From the January 1930 issue of the Socialist Standard
“The whole way along, Capitalism has stifled Art and tortured the artist. For Art there has been a cramped and narrowed existence; for the artist starvation during his best years, and fame when he was too old to enjoy it. There never was a system which was so noxious to Art as this of Capitalism. All the accusations that it hurls at Socialism will rebound with redoubled vigour against its own lying head. The most inconceivably unrefined Socialistic state could not do worse than degrade Art and starve the artist. What will the ordinary Socialist State of our dreams do?
“Firstly, with regard to your genuises. Well, the bureau idea is a rotten one. We have the rudiments of it now in the various scholarships to Schools of Painting and Schools of Music, although they have not tried it yet in respect to Literature. You may discover and encourage technical talent like this—but the “chances are that genius will go unnoticed, if nothing more. In such schemes you are bound to have examiners and selectors of a sort, and anything novel (as all works of genius are bound to appear until you get used to them) may give them the impression that it is only bad or eccentric. Genius takes some little time to be appreciated, and then a whole people, is always a safer judge than an individual who is asked to give an immediate opinion. But. frankly, is there any reason why you should thus keep the artists as a breed apart, a sort of Levites? A poet eats, sleeps, and drinks, and (if he is a sensible man) plays billiards. There seems to me to be no valid reason why he should not spend three or four hours a day in some socially necessary labour, mental or physical— always giving him a choice of occupation, of course. Our error at present is not in forcing artists to take up other work in order to earn their living, but in giving them so much of this other work, or such distasteful work, that their energies are sapped and their thought deadened."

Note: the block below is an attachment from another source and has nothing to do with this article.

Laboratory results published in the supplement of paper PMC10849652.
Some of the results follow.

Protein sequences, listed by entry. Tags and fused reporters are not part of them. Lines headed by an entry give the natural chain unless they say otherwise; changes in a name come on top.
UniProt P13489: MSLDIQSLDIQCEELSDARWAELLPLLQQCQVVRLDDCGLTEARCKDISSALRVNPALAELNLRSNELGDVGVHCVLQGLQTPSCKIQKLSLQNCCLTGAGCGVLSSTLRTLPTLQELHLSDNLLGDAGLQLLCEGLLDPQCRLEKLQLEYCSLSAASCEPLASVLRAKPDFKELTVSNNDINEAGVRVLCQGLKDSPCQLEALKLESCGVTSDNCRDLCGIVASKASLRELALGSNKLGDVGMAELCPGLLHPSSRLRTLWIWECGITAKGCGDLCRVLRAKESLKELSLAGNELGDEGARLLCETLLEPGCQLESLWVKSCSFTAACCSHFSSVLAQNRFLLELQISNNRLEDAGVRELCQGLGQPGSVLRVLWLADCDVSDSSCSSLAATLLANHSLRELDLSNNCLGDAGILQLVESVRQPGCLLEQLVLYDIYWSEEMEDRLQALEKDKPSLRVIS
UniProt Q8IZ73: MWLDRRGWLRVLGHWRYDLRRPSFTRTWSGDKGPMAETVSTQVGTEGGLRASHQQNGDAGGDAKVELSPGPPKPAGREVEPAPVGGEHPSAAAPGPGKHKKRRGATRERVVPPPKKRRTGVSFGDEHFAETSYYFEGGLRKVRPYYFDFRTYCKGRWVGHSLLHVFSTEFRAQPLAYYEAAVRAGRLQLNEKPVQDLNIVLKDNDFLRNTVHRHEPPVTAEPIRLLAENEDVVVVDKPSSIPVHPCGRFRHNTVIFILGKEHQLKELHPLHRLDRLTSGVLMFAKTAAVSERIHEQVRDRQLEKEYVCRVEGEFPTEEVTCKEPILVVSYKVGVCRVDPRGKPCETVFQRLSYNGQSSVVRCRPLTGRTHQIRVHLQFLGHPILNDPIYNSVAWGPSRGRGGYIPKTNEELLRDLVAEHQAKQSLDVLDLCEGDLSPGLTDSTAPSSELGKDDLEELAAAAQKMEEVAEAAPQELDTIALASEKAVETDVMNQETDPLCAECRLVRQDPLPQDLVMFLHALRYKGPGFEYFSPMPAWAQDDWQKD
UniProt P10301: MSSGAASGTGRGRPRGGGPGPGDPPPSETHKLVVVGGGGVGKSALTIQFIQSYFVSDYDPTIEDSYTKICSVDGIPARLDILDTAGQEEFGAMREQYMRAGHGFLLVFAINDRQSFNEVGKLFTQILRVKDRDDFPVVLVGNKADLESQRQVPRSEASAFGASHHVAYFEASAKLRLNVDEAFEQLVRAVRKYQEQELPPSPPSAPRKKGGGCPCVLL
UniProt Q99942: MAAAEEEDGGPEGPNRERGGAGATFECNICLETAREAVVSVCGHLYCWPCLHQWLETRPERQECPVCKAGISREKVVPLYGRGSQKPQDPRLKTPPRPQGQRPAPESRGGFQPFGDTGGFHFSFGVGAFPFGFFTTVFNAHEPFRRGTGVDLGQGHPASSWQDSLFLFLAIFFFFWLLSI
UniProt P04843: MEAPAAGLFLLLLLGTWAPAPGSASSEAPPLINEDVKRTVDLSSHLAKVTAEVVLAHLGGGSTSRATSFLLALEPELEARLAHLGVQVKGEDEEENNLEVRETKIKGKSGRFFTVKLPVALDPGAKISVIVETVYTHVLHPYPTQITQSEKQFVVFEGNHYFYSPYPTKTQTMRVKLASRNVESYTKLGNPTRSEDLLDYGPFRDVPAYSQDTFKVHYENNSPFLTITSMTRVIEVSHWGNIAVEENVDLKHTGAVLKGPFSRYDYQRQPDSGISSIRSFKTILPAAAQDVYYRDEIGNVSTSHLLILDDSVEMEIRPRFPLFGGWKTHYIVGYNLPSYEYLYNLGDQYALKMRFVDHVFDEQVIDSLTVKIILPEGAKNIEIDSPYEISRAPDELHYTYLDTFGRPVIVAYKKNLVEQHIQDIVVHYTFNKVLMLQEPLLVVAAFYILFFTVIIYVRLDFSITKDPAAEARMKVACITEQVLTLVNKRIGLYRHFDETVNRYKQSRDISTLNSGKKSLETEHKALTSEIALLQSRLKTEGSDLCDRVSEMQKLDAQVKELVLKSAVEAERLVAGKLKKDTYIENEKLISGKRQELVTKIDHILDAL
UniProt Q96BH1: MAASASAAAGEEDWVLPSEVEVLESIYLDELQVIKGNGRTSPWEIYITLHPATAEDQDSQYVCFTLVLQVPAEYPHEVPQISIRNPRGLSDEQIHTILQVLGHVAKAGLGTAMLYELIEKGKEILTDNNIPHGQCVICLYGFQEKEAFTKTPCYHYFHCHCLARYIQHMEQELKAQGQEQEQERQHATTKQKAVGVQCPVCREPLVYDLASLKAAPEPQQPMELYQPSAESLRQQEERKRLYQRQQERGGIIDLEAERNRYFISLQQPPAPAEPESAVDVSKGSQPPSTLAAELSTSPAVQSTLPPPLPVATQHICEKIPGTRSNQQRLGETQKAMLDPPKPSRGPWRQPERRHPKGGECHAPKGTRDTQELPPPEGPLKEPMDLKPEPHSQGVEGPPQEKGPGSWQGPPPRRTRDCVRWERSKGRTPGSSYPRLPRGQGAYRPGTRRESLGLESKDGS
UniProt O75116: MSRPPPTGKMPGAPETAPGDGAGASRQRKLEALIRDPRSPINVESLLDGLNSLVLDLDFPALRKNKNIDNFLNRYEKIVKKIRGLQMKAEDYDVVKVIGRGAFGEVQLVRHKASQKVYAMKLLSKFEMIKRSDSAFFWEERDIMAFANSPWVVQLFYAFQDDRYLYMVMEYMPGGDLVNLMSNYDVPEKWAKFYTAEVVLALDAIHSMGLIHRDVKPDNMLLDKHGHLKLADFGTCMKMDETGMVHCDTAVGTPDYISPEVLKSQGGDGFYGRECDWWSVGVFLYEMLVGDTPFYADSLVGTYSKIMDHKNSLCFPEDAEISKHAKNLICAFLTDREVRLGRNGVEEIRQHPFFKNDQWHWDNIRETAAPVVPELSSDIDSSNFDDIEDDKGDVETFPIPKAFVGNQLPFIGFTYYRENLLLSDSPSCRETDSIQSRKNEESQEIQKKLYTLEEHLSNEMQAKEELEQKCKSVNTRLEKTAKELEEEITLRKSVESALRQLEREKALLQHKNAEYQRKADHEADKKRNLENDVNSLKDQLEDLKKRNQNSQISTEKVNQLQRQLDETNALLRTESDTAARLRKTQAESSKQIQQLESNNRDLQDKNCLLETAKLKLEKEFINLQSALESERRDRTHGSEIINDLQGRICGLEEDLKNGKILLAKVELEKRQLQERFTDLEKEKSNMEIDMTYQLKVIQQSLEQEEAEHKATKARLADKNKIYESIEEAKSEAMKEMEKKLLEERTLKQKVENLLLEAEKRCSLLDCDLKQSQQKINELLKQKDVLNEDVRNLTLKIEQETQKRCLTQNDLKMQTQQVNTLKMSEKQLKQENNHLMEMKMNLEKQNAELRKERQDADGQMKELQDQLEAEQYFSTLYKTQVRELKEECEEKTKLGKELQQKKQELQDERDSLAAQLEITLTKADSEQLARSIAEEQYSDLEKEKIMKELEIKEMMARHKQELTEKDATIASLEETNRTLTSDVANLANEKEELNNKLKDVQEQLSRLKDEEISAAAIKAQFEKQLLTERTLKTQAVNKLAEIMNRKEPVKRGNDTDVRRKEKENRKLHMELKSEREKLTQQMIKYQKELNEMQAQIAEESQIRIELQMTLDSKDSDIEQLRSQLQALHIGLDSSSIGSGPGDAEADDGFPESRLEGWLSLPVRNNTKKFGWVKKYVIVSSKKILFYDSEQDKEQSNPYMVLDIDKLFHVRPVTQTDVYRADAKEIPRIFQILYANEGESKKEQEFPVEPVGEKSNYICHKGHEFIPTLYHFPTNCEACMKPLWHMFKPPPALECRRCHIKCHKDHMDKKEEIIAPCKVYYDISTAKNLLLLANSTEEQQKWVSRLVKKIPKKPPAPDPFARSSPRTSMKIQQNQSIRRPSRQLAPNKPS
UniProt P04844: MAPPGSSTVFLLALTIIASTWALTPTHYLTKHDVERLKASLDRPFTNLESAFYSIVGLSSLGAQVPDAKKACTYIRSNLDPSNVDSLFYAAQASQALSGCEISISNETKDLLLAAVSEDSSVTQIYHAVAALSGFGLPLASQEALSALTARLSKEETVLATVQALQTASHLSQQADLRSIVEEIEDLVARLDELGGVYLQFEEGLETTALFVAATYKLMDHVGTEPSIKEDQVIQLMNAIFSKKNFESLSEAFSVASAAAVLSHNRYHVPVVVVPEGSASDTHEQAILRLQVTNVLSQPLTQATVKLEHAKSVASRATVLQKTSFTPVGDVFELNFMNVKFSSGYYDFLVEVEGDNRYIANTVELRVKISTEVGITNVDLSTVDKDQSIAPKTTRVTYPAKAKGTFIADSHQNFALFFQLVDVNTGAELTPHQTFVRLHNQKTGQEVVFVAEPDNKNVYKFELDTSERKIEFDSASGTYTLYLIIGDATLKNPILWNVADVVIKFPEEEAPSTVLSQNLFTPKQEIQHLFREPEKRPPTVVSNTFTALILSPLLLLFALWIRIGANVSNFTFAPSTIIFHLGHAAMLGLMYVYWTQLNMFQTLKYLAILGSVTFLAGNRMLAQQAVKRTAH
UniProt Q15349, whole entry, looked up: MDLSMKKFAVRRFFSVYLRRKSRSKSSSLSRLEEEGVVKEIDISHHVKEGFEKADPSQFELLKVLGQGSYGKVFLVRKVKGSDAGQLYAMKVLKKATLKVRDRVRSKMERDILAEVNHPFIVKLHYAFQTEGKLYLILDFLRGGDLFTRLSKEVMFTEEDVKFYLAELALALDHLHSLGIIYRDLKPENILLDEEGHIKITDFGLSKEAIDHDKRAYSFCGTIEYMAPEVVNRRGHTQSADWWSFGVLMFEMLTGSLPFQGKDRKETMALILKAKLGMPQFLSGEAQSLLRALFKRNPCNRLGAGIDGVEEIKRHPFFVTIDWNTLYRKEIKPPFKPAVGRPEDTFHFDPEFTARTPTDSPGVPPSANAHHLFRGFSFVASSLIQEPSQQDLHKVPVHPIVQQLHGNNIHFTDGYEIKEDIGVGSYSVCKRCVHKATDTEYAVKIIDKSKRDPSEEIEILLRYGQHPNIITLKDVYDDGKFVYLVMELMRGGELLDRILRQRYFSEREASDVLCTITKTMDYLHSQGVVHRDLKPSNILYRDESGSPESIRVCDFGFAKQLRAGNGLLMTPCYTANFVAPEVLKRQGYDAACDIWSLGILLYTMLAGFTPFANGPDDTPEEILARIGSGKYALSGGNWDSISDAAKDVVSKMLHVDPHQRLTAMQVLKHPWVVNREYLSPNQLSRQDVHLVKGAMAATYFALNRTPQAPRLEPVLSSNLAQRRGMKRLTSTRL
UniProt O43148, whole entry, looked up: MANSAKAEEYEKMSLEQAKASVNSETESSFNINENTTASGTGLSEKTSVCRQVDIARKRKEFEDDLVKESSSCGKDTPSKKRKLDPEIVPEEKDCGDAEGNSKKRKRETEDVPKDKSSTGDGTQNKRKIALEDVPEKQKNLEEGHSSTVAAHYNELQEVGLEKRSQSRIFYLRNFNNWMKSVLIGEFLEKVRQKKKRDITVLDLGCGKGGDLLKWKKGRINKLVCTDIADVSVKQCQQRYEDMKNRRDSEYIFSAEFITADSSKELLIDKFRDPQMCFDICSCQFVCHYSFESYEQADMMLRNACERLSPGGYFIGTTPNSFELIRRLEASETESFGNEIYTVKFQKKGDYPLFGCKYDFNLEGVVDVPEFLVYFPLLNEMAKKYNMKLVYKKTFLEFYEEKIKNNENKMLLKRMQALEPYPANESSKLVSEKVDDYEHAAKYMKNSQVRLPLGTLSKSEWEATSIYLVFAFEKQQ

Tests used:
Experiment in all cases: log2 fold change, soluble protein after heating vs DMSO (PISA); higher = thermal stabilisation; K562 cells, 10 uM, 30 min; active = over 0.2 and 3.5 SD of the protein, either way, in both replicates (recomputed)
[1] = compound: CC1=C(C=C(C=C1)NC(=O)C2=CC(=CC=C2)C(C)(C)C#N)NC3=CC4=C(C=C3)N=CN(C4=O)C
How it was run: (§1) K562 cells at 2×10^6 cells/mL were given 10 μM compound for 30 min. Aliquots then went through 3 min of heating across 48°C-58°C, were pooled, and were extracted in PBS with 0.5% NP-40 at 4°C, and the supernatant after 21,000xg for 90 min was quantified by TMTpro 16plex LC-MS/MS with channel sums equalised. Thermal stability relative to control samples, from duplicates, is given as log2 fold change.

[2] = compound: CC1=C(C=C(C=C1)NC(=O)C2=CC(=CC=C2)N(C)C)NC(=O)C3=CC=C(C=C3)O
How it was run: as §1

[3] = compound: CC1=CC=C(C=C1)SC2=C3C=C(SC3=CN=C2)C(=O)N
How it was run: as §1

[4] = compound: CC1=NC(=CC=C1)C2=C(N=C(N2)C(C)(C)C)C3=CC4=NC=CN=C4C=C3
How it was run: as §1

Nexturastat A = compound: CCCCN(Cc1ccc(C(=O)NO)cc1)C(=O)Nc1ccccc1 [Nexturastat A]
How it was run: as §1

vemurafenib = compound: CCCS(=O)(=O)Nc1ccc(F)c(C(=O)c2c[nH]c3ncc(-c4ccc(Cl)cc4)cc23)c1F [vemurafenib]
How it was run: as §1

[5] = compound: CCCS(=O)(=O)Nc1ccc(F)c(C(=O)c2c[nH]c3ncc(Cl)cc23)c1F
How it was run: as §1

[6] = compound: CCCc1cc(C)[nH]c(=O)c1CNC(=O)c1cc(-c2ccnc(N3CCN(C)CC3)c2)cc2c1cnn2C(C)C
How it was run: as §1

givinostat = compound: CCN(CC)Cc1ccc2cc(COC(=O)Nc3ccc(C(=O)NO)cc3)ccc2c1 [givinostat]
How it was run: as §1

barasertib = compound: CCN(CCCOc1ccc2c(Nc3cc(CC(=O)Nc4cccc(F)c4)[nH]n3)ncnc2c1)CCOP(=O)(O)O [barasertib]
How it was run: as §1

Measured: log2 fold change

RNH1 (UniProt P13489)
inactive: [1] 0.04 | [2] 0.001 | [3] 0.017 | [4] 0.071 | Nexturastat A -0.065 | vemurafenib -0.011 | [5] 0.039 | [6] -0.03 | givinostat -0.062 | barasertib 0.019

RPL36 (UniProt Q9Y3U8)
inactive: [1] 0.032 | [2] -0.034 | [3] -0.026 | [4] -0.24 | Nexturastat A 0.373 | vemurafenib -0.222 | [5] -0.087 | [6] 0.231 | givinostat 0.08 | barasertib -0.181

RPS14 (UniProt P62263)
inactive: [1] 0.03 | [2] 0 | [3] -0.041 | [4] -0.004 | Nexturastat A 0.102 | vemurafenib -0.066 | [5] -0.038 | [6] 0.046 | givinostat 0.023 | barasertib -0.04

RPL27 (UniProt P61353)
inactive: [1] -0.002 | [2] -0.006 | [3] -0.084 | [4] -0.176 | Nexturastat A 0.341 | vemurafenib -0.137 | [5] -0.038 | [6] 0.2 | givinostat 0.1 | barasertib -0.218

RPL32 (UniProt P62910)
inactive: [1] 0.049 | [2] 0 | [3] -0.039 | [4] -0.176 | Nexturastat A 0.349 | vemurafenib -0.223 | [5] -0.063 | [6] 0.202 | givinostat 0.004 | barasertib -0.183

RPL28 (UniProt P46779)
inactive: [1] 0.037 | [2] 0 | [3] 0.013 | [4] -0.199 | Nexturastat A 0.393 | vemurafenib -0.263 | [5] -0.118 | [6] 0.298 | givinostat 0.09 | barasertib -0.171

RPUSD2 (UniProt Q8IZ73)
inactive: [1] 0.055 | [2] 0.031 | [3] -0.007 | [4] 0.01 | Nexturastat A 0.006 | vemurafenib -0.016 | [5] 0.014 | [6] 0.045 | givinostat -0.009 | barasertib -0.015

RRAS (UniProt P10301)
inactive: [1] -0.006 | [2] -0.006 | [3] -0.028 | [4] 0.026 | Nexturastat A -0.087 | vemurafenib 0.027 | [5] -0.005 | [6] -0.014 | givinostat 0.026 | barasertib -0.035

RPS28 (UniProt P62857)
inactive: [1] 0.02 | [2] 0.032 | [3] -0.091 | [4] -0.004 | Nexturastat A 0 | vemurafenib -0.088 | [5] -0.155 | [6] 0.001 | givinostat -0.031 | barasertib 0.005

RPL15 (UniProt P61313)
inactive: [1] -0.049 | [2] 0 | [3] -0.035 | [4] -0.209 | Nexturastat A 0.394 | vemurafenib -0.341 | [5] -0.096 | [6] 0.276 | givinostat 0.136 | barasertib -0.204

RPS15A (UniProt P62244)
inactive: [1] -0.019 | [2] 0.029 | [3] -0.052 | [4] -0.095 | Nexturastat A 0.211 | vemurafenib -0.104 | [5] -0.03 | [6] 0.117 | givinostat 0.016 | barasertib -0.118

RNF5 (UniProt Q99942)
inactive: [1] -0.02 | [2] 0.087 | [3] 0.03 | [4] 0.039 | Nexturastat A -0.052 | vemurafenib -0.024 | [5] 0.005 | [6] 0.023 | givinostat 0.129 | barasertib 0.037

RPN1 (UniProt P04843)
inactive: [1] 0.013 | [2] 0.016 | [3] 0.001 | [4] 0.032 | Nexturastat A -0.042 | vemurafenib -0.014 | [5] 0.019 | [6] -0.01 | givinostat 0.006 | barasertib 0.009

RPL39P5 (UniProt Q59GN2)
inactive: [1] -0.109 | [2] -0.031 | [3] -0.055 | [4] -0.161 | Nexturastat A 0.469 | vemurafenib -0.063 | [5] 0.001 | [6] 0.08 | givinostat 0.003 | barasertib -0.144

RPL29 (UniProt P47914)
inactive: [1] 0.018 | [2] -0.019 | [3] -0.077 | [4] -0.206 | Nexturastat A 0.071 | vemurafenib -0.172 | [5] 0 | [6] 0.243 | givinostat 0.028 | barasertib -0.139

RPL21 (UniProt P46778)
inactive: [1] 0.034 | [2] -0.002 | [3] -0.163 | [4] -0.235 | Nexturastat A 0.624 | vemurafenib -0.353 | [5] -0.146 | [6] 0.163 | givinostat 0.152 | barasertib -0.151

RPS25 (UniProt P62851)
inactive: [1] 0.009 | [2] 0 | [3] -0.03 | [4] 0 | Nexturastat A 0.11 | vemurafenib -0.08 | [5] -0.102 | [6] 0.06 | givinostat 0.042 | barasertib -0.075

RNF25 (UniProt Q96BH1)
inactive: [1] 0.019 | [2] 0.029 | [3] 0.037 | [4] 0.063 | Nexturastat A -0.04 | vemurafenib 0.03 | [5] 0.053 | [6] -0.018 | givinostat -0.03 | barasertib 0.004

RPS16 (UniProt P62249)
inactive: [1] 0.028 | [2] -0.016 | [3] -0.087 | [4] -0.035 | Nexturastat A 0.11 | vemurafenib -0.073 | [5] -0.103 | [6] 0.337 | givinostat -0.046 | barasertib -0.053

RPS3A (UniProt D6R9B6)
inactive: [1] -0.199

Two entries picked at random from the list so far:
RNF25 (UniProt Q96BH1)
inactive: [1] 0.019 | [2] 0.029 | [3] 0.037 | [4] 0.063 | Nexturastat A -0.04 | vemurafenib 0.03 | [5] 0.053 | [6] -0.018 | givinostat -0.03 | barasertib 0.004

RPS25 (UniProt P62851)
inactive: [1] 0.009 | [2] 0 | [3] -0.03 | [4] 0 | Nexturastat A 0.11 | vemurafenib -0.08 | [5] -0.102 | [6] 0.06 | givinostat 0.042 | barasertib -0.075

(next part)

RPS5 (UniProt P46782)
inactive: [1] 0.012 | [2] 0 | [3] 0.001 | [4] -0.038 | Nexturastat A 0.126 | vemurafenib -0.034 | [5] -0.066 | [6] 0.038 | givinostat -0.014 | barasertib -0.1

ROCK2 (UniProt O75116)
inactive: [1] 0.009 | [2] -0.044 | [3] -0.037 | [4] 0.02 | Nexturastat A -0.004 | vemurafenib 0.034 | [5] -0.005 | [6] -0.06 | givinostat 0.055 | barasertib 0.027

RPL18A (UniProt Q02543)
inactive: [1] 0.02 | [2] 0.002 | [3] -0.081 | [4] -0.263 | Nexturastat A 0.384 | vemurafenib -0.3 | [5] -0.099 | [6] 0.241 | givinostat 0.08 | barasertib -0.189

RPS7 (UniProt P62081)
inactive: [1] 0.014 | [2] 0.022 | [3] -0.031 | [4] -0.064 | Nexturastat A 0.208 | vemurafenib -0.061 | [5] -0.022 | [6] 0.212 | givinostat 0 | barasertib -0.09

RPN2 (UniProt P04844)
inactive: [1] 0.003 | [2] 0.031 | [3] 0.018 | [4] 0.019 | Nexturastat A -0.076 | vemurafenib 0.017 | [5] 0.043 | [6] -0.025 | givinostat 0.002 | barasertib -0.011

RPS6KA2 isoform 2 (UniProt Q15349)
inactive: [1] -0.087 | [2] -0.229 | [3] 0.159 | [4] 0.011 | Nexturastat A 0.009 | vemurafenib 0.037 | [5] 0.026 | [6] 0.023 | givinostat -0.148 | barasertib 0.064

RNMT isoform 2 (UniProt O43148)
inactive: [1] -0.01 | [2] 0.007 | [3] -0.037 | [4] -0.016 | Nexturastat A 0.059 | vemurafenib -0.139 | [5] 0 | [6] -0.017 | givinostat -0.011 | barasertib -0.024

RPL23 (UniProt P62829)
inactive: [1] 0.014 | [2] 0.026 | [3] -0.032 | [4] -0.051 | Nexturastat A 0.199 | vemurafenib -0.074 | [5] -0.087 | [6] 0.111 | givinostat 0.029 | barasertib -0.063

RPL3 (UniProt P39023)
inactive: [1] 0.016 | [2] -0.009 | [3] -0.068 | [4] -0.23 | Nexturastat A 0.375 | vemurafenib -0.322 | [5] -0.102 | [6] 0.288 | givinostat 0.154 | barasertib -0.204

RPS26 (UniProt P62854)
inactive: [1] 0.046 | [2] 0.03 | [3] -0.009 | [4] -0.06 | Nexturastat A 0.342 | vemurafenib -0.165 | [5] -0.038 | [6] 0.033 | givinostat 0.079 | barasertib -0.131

“And as for the community at large, it seems as clear as daylight to me that better material conditions and a freer life will bring out again all those instincts which in many men are suppressed under Capitalism. Art will give pleasure to work and beauty to the world. And beauty breeds like every other living thing—except the upper classes. The more beautiful the world becomes, the more men’s efforts will be centred on making it beautiful. On what lines these efforts will run it were a little rash to attempt to forecast. Men will attempt to abolish ugliness wherever possible; ugliness in social conditions of all sorts, in their dwellings, in their clothes, in their habits, in every single article they use. One can scarcely agree with Ruskin that the destruction of all machinery is desirable. But still, it is highly probable that in a Communist society, men, as regards certain articles of everyday use, would rather go without machinery, and do a little more work, in order to get the beauty that only handicraft can give. Many ugly things, too, that we see around us to-day. would disappear of their own accord, because they are only in existence to satisfy an artificial need created by the Capitalists in order to find an investment for a portion of their surplus capital. . . . Every man who is working for human happiness is, whether he knows it or not, following in the footsteps of the great artists of the past and clearing the road for the great artists of the future." J. C. Squire
The above is taken from a pamphlet published by the Social Democratic Federation in 1907. It is interesting as an artist’s viewpoint, for Squire was a very fine poet, as most modern anthologies bear witness. It is also interesting from another point of view. Squire became a leading writer for one of the most influential Capitalist papers, the Sunday Times, and eventually stood as Liberal candidate for a London division. As he points out, the artist, like every other human being, must eat and drink in order to live—and the hand of Capital is heavy!